The girl received a 152 count of crayons and a giant drawing pad for her birthday.
Days later, her mother found her at the pad. Her mother squinted but could make no sense of what she saw. There was nothing but random colored lines and masses of colors, pure and blended.
“What is this?” her mother asked.
“You don’t see it?” her daughter asked.
“There’s nothing to see.”
The little girl disgreed.
“There’s everything to see,” she said.
Upset at being contradicted, her mother said, “No more wasting your time and paper and crayons on this. If you’re interested in art, we’ll start at the beginning.”
The mother with the girl drove to the discount store. Her mother purchased the girl the most basic 8 count crayon pack and a coloring book of princesses.
At home, the mother instructed the little girl to color the first page of the first princess. The little girl drew haphazard lines and masses of color all over the page. Her mother feared that her daughter may be developmentally challenged.
“Concentrate. And stay within the lines,” her mother insisted.
She flipped the page. The girl began filling color inside the lines. This time she gave the princess green skin and she made the ground she skipped on yellow. She gave the Indian princess blue hair instead of brown.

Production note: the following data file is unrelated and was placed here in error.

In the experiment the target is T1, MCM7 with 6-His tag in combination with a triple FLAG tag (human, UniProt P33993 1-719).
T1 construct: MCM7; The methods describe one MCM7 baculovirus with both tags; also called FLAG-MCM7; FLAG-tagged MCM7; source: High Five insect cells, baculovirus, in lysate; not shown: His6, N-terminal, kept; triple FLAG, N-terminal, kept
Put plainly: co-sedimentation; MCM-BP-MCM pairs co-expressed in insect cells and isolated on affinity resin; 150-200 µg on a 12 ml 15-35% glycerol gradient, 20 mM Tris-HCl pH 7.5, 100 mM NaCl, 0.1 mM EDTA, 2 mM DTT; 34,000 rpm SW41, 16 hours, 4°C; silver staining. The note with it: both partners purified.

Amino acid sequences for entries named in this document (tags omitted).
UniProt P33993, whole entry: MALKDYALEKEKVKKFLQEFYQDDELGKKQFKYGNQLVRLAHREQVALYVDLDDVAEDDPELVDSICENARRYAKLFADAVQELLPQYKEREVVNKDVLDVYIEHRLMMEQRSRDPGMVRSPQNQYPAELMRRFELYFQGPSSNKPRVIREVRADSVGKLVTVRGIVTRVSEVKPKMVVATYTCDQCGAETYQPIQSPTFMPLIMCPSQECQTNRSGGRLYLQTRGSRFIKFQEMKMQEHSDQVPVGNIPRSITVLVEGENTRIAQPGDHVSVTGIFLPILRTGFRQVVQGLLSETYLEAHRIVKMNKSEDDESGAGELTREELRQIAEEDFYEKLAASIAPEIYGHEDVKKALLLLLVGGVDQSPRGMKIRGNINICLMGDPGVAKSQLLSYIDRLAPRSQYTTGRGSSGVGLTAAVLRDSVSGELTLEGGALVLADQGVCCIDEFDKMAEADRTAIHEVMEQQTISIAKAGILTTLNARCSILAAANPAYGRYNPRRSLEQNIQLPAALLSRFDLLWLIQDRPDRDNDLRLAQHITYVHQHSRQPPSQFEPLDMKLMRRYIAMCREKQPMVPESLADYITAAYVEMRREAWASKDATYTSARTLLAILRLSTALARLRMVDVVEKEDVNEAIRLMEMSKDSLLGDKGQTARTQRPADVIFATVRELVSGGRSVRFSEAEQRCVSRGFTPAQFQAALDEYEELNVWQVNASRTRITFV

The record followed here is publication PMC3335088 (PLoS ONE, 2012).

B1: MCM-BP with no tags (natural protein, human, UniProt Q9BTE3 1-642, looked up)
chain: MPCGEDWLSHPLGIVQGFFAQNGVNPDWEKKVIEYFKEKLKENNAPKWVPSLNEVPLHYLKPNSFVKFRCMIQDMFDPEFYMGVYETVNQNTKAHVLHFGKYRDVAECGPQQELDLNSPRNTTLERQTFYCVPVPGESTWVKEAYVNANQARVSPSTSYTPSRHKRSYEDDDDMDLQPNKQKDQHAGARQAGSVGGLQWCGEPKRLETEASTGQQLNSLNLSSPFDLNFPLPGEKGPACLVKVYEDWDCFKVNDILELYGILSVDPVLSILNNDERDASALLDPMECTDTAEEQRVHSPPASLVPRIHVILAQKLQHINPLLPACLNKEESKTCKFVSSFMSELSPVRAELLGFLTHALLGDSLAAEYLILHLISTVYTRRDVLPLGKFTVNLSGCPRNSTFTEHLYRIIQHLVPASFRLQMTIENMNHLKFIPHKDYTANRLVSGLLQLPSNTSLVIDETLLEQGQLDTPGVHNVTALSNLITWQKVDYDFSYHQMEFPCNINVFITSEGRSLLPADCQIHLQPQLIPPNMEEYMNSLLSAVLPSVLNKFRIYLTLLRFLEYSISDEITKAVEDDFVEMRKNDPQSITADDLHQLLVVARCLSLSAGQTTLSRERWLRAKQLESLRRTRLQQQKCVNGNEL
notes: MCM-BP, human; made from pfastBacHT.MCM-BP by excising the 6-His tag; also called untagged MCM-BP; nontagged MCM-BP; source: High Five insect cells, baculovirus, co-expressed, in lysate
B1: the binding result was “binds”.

Her mother disapproved and again feared about her daugher.
She flipped to another page.
“One more time,” she said. “And make it real. No more fooling around. No more wasting pages and crayons and time.”
“But there’s more,” her daughter insisted.
“No,” her mother feared. “There is no more. Just color, please.”
This time the girl stayed carefully within the lines. She gave this other princess peachy skin and blonde hair. She made her dress purple and the grass green and the sky blue.
“This is lovely,” her mother said. She ripped out the page and tacked it on the refrigerator.
But her daughter never picked up her crayons again.